Yesterday I was reading the lovely blog of Mr Lawrence Miles, because he’s always good for a laugh or a crossly-worded diatribe.
For those of you who are not ming mongs, Mr Miles is a gentleman of the crabby and outspoken persuasion who has written some rather excellent Doctor Who novels, and who co-authored About Time, a Doctor Who guide so compendious that it makes The History of the Decline and Fall of the Roman Empire look like Listverse’s Top Ten Whacky Romans.
I found Mr Miles musing about wormholes and perpetual motion machines. Now, dear Lawrence does like to hear the sound of his own fingers typing, but I can’t criticise him for that, particularly when he muses so charmingly about the history of scientific thought and entropy. As I often do, I suggest you may wish to read the whole thing.
We can be sure, at least, that wormholes work. Which is to say, we can be sure we won’t look stupid if we bring them up in conversation. We know this because Carl Sagan told us so. Needing a way to bring humans and aliens into Contact, and not wanting to resort to anything silly like spaceships travelling faster than light in real-space, he concluded that the most feasible method of travelling bbbillions and bbbillions of miles in order to meet one’s own dead dad was to interpret General Relativity in a rather dynamic way. This idea wasn’t new, and the w-word had been used by a rather apologetic John Wheeler in the ’50s, but it’s informed every generation of nuts-and-bolts sci-fi since 1985. Nobody has yet proved wormholes impossible. In theory, they’re still the fastest way to get from A to A-but-on-the-other-side-of-space.
Note the sentiment buried in that logic, though. It’s a sentiment – perhaps in more than one sense of the word – that’s found even in Sagan’s own musings. Not wanting to resort to anything silly like faster-than-light travel. Current Scientific Thinking is an awkward, chimerical thing, always slippery, always mutable, but mutable in surprising ways. Thankfully, and despite the best attempts of creationists to suggest otherwise, it’s well aware of its own nature: yet even so, there are principles for which even the most flagellantly self-analytical physicist feels an attraction stronger than reason. You don’t mess with the speed of light, even if the Standard Model is incomplete. And you don’t try to outwit the Laws of Thermodynamics, especially not the second one.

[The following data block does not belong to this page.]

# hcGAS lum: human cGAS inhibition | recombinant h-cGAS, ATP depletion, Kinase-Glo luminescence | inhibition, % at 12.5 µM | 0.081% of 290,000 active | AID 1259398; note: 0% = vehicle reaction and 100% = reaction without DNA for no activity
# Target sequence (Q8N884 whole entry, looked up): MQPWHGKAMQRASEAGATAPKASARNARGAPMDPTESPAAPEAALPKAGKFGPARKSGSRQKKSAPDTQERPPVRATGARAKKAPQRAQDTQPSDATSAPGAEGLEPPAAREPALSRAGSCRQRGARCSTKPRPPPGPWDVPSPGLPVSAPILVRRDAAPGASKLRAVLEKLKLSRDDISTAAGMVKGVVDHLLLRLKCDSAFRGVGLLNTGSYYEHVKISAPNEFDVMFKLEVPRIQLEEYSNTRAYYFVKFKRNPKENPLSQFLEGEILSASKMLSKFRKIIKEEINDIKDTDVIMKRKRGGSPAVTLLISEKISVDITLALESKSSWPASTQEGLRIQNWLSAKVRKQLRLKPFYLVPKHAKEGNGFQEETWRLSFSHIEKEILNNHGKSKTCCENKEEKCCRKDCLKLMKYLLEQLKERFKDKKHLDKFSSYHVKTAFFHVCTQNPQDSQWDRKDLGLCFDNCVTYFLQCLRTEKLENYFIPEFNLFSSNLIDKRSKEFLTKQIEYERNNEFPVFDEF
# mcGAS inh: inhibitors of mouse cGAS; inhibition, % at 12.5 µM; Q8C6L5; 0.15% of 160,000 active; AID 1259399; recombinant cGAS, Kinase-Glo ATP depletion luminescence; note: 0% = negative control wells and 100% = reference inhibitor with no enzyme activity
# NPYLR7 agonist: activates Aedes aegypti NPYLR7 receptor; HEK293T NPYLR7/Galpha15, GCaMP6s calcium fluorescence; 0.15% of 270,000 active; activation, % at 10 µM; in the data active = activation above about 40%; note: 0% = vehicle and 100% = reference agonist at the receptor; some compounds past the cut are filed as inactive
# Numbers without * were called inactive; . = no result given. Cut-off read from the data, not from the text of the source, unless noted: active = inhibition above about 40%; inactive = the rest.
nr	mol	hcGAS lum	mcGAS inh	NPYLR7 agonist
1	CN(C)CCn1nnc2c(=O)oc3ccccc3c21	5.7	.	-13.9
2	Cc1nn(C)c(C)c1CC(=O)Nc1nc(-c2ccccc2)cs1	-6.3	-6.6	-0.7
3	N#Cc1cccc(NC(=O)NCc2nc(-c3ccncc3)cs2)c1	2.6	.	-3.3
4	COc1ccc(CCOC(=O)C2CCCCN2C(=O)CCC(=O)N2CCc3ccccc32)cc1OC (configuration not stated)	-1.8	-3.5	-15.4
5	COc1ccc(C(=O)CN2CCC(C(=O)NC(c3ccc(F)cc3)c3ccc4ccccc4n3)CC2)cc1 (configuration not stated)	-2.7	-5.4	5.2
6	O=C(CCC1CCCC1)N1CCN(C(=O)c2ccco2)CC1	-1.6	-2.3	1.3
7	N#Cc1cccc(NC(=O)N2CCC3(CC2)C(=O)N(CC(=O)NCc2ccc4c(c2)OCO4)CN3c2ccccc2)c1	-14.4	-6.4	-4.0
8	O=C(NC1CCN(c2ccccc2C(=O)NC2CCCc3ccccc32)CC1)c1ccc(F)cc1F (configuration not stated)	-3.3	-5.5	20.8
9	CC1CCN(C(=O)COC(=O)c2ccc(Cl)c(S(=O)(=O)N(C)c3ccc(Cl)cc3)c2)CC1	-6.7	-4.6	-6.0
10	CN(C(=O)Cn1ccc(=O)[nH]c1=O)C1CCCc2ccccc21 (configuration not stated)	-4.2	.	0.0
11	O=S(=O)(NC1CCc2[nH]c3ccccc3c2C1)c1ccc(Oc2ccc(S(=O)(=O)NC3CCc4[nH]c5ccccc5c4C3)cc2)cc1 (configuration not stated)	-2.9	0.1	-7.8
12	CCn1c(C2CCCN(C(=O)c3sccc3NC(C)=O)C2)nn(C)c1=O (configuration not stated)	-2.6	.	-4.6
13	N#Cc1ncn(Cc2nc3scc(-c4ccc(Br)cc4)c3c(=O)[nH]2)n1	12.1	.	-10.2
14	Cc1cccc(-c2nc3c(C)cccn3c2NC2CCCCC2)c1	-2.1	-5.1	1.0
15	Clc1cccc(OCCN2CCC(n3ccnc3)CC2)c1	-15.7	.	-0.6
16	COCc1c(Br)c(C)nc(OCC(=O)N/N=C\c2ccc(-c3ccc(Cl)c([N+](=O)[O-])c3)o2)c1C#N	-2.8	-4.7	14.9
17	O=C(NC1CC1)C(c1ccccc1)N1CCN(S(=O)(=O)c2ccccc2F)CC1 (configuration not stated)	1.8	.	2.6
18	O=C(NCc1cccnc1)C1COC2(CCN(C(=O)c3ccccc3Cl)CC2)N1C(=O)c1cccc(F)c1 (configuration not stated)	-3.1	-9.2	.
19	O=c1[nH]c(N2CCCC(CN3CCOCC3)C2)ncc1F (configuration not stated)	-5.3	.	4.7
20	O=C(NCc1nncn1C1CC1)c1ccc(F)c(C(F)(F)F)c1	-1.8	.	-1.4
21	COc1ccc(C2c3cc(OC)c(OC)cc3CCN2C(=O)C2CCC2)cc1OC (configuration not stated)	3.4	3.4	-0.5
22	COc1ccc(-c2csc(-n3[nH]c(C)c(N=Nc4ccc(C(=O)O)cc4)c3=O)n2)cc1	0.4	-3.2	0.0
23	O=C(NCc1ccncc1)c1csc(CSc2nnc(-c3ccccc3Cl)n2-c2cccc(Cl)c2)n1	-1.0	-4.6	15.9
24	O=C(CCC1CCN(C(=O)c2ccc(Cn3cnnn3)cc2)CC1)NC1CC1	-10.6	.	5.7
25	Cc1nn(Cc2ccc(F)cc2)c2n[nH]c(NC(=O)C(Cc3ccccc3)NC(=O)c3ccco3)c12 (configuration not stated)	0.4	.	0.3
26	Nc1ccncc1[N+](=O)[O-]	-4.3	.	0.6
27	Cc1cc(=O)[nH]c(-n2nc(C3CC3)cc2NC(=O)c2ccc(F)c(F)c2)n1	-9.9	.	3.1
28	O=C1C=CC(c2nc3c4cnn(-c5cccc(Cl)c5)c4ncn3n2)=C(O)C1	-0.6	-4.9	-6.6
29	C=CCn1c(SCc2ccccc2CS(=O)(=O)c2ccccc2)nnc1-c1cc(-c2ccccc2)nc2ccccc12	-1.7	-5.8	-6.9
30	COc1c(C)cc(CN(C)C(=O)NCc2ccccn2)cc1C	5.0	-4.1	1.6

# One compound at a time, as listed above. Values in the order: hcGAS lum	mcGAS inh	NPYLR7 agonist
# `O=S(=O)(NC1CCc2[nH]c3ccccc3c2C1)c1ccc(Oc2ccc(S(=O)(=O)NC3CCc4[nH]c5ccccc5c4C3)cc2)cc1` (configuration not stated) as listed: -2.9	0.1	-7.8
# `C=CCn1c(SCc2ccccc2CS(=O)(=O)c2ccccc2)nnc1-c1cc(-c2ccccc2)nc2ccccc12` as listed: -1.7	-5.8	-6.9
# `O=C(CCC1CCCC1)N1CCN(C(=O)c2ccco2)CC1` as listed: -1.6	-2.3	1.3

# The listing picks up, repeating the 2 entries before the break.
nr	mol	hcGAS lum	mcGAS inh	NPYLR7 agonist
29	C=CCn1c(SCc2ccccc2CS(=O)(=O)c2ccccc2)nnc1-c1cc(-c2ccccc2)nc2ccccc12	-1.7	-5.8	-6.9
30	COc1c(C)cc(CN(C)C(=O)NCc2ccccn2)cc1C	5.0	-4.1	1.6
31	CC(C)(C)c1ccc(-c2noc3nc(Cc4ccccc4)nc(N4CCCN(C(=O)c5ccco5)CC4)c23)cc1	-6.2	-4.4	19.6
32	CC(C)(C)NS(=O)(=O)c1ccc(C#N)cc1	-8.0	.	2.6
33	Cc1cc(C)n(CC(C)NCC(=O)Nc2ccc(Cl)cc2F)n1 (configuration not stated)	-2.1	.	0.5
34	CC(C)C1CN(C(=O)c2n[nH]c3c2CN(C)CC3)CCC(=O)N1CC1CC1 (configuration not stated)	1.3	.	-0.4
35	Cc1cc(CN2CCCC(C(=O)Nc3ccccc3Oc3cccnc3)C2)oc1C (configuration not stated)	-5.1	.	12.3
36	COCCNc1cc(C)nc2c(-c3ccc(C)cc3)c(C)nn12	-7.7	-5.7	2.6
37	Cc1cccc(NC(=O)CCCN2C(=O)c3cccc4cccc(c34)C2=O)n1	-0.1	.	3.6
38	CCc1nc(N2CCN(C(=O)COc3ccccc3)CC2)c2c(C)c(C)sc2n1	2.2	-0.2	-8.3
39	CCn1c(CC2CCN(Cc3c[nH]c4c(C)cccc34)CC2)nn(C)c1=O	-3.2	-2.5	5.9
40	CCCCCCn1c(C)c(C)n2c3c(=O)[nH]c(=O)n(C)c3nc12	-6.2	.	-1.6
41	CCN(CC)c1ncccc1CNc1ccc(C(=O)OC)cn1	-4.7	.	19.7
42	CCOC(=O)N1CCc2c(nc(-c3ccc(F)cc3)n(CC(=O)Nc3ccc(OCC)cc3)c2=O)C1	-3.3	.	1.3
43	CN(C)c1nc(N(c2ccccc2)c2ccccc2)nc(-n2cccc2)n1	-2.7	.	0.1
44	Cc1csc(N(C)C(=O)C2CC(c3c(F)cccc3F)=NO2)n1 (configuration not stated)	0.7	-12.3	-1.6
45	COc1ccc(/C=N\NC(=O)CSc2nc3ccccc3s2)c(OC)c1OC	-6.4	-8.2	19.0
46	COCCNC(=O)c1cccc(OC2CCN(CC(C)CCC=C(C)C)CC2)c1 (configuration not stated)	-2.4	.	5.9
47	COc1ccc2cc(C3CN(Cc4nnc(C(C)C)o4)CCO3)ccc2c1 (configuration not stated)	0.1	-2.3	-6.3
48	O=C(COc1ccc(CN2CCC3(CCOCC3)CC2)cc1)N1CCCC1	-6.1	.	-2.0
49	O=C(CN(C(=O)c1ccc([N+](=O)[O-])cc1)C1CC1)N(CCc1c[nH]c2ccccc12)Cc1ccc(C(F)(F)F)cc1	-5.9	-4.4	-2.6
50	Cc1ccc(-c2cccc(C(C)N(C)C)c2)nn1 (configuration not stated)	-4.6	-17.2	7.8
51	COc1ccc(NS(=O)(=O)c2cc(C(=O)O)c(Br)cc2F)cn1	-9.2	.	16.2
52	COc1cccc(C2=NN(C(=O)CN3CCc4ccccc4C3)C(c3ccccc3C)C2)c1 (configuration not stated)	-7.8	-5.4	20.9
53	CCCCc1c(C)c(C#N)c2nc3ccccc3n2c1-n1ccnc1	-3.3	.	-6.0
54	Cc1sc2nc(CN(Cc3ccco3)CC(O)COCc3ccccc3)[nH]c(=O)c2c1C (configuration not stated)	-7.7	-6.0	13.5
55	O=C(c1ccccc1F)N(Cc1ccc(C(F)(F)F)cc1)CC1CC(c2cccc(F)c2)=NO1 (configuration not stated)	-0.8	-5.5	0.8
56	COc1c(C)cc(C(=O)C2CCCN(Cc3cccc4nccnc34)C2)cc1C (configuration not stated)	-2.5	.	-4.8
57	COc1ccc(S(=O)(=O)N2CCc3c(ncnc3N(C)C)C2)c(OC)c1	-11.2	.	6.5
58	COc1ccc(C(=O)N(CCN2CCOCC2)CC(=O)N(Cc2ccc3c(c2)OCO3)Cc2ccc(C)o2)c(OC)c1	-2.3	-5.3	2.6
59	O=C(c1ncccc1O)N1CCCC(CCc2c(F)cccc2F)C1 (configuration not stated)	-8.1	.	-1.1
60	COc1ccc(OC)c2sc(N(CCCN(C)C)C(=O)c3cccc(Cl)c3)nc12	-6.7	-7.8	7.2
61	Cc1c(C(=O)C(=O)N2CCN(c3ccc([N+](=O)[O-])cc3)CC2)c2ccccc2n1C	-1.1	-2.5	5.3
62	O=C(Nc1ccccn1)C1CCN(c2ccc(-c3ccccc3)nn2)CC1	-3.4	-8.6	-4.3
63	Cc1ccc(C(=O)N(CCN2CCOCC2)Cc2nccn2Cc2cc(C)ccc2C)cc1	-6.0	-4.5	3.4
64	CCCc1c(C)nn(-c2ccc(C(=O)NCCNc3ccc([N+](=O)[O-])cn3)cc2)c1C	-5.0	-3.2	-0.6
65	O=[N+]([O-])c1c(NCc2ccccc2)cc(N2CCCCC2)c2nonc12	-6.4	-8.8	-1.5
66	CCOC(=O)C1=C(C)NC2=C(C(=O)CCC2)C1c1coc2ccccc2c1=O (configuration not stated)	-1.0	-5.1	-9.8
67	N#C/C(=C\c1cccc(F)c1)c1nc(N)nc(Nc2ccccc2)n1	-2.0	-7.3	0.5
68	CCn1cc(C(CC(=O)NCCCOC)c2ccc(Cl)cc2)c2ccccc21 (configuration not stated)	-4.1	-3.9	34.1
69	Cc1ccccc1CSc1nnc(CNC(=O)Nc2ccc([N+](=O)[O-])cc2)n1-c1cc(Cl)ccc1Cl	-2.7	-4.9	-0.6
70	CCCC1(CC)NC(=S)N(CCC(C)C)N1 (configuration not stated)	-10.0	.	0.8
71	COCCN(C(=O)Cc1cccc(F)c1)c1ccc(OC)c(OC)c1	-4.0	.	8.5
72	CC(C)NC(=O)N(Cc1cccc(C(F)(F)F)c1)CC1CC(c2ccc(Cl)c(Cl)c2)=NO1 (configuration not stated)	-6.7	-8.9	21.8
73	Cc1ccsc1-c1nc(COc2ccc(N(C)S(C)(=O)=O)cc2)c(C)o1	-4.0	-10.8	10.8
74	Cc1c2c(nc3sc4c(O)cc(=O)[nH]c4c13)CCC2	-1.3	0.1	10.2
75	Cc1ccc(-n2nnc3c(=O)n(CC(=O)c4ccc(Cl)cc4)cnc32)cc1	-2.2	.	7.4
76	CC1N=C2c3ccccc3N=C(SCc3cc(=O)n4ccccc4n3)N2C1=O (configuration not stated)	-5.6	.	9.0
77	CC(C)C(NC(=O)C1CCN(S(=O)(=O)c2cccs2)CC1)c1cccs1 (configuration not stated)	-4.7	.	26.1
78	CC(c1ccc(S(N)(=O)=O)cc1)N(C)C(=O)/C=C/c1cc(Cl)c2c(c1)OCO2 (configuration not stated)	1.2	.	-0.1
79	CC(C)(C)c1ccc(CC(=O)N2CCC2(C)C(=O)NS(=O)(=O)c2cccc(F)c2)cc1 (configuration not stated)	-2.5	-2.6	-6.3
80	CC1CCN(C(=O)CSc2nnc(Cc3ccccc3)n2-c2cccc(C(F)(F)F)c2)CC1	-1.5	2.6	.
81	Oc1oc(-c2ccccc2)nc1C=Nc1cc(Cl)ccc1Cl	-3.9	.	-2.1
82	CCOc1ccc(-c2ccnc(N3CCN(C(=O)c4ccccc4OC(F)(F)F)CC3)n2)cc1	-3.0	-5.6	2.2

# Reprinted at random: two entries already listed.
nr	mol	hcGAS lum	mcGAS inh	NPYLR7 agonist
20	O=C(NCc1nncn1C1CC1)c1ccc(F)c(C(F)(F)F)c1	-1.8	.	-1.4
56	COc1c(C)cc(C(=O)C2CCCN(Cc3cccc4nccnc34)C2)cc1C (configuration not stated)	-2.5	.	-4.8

The thing I particularly wanted to point out, because I suspect you lot would enjoy it, is Mr Miles’ proposal for a perpetual motion machine.
It’s really very simple. The core of the device is a vertical tube, within the gravitational field of a planet (or any other sizeable body). A projectile, let’s just call it a metal ball, is dropped into the tube. It turns the “water wheel”, and the energy is stored in whatever medium suits you. After that, the ball falls to the bottom of the tube and enters your wormhole. The wormhole has been arranged, and space-time carefully folded, so that the “exit” of the wormhole is at the top of the tube. Travelling from bottom to top without actually being lifted, the ball begins its journey again. The wheel keeps turning. Infinite energy is produced.
No, I couldn’t see the problem either. But I’m one of the half-learned.
The obvious difficulty – I say difficulty, not flaw – is that entropy strikes at the heart of the machine. The ball will wear down the wheel; the machinery will fall apart. But this ceases to be a problem when you realise the vast amounts of energy being produced out of nowhere, more than enough to fuel a self-repair system. Vast energy permits the replacement of matter, so it’s an engineering problem, not a problem with the physics. (And if you’re prepared to countenance the wormholes, then something clever involving nanites is probably going to be on the cards.) This aside, it all looked moderately rational.
Given my background, however, it seemed… a little unlikely that I’d found a way of punching entropy in the face.
Have at it. My immediate thought (and I stress that my book learning on science is pretty much restricted to what you get from Doctor Who novels and Buffy, so I believe all sorts of weird shit) was that the machine works (if it works) because it is not, in fact, a perpetual motion machine (assuming we define perpetual motion as motion that continues indefinitely without any external source of energy), so much as a way to harness gravity on an ongoing basis.
The ball is in free fall and continues to accelerate at a constant rate due to gravity (assuming (again) a uniform gravitational field). The machine captures energy from the ball roughly equal to the amount of the acceleration when hits the waterwheel, and siphons it off to run flying cars and time machines.
So while the machine might run until gravity runs out, it can’t run perpetually and would be extinguished, as us all, in the final heat death of the universe.[Image copyright: Lawrence Miles]